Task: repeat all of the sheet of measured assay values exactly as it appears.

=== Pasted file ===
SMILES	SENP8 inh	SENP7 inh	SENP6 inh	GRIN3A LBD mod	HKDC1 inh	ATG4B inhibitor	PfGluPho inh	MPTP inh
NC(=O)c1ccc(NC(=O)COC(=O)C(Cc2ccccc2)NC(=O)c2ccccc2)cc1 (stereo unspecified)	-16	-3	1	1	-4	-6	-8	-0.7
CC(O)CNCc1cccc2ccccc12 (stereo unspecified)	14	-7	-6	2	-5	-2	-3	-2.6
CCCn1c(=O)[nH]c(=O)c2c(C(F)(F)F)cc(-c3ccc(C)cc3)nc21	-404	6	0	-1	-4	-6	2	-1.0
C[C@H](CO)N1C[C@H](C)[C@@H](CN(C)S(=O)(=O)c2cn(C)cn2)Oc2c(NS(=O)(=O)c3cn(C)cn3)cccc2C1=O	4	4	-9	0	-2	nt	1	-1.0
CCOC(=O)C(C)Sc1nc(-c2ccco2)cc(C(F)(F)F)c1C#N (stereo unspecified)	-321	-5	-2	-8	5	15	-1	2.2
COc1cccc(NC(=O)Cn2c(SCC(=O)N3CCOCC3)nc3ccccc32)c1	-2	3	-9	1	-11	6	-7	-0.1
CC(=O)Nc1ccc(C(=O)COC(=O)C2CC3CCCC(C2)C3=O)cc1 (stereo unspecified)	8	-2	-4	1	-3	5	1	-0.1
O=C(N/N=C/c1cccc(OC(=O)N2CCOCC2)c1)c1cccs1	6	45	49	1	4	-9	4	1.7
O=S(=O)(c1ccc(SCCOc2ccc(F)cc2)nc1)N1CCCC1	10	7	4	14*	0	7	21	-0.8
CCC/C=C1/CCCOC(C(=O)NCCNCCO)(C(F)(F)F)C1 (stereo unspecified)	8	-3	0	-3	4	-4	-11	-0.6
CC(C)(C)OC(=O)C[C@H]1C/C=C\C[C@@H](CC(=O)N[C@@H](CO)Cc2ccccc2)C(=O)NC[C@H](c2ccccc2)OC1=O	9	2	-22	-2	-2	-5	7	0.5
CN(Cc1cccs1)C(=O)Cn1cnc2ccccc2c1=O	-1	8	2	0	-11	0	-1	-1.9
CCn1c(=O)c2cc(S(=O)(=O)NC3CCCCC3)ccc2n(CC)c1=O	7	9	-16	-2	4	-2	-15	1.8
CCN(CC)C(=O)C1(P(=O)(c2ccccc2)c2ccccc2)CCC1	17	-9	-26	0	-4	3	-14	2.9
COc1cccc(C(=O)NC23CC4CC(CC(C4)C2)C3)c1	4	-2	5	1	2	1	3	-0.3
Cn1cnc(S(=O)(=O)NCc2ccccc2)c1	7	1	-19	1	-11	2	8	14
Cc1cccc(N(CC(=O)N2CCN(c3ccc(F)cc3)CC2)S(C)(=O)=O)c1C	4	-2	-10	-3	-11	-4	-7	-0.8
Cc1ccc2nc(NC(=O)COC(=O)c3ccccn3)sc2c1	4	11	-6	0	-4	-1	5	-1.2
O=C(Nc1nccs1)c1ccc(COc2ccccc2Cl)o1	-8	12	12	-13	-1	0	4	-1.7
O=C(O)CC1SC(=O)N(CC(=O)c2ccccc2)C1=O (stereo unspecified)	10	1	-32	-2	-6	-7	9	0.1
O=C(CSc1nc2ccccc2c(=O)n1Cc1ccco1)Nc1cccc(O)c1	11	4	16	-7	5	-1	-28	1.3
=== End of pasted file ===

SMILES	SENP8 inh	SENP7 inh	SENP6 inh	GRIN3A LBD mod	HKDC1 inh	ATG4B inhibitor	PfGluPho inh	MPTP inh
NC(=O)c1ccc(NC(=O)COC(=O)C(Cc2ccccc2)NC(=O)c2ccccc2)cc1 (stereo unspecified)	-16	-3	1	1	-4	-6	-8	-0.7
CC(O)CNCc1cccc2ccccc12 (stereo unspecified)	14	-7	-6	2	-5	-2	-3	-2.6
CCCn1c(=O)[nH]c(=O)c2c(C(F)(F)F)cc(-c3ccc(C)cc3)nc21	-404	6	0	-1	-4	-6	2	-1.0
C[C@H](CO)N1C[C@H](C)[C@@H](CN(C)S(=O)(=O)c2cn(C)cn2)Oc2c(NS(=O)(=O)c3cn(C)cn3)cccc2C1=O	4	4	-9	0	-2	nt	1	-1.0
CCOC(=O)C(C)Sc1nc(-c2ccco2)cc(C(F)(F)F)c1C#N (stereo unspecified)	-321	-5	-2	-8	5	15	-1	2.2
COc1cccc(NC(=O)Cn2c(SCC(=O)N3CCOCC3)nc3ccccc32)c1	-2	3	-9	1	-11	6	-7	-0.1
CC(=O)Nc1ccc(C(=O)COC(=O)C2CC3CCCC(C2)C3=O)cc1 (stereo unspecified)	8	-2	-4	1	-3	5	1	-0.1
O=C(N/N=C/c1cccc(OC(=O)N2CCOCC2)c1)c1cccs1	6	45	49	1	4	-9	4	1.7
O=S(=O)(c1ccc(SCCOc2ccc(F)cc2)nc1)N1CCCC1	10	7	4	14*	0	7	21	-0.8
CCC/C=C1/CCCOC(C(=O)NCCNCCO)(C(F)(F)F)C1 (stereo unspecified)	8	-3	0	-3	4	-4	-11	-0.6
CC(C)(C)OC(=O)C[C@H]1C/C=C\C[C@@H](CC(=O)N[C@@H](CO)Cc2ccccc2)C(=O)NC[C@H](c2ccccc2)OC1=O	9	2	-22	-2	-2	-5	7	0.5
CN(Cc1cccs1)C(=O)Cn1cnc2ccccc2c1=O	-1	8	2	0	-11	0	-1	-1.9
CCn1c(=O)c2cc(S(=O)(=O)NC3CCCCC3)ccc2n(CC)c1=O	7	9	-16	-2	4	-2	-15	1.8
CCN(CC)C(=O)C1(P(=O)(c2ccccc2)c2ccccc2)CCC1	17	-9	-26	0	-4	3	-14	2.9
COc1cccc(C(=O)NC23CC4CC(CC(C4)C2)C3)c1	4	-2	5	1	2	1	3	-0.3
Cn1cnc(S(=O)(=O)NCc2ccccc2)c1	7	1	-19	1	-11	2	8	14
Cc1cccc(N(CC(=O)N2CCN(c3ccc(F)cc3)CC2)S(C)(=O)=O)c1C	4	-2	-10	-3	-11	-4	-7	-0.8
Cc1ccc2nc(NC(=O)COC(=O)c3ccccn3)sc2c1	4	11	-6	0	-4	-1	5	-1.2
O=C(Nc1nccs1)c1ccc(COc2ccccc2Cl)o1	-8	12	12	-13	-1	0	4	-1.7
O=C(O)CC1SC(=O)N(CC(=O)c2ccccc2)C1=O (stereo unspecified)	10	1	-32	-2	-6	-7	9	0.1
O=C(CSc1nc2ccccc2c(=O)n1Cc1ccco1)Nc1cccc(O)c1	11	4	16	-7	5	-1	-28	1.3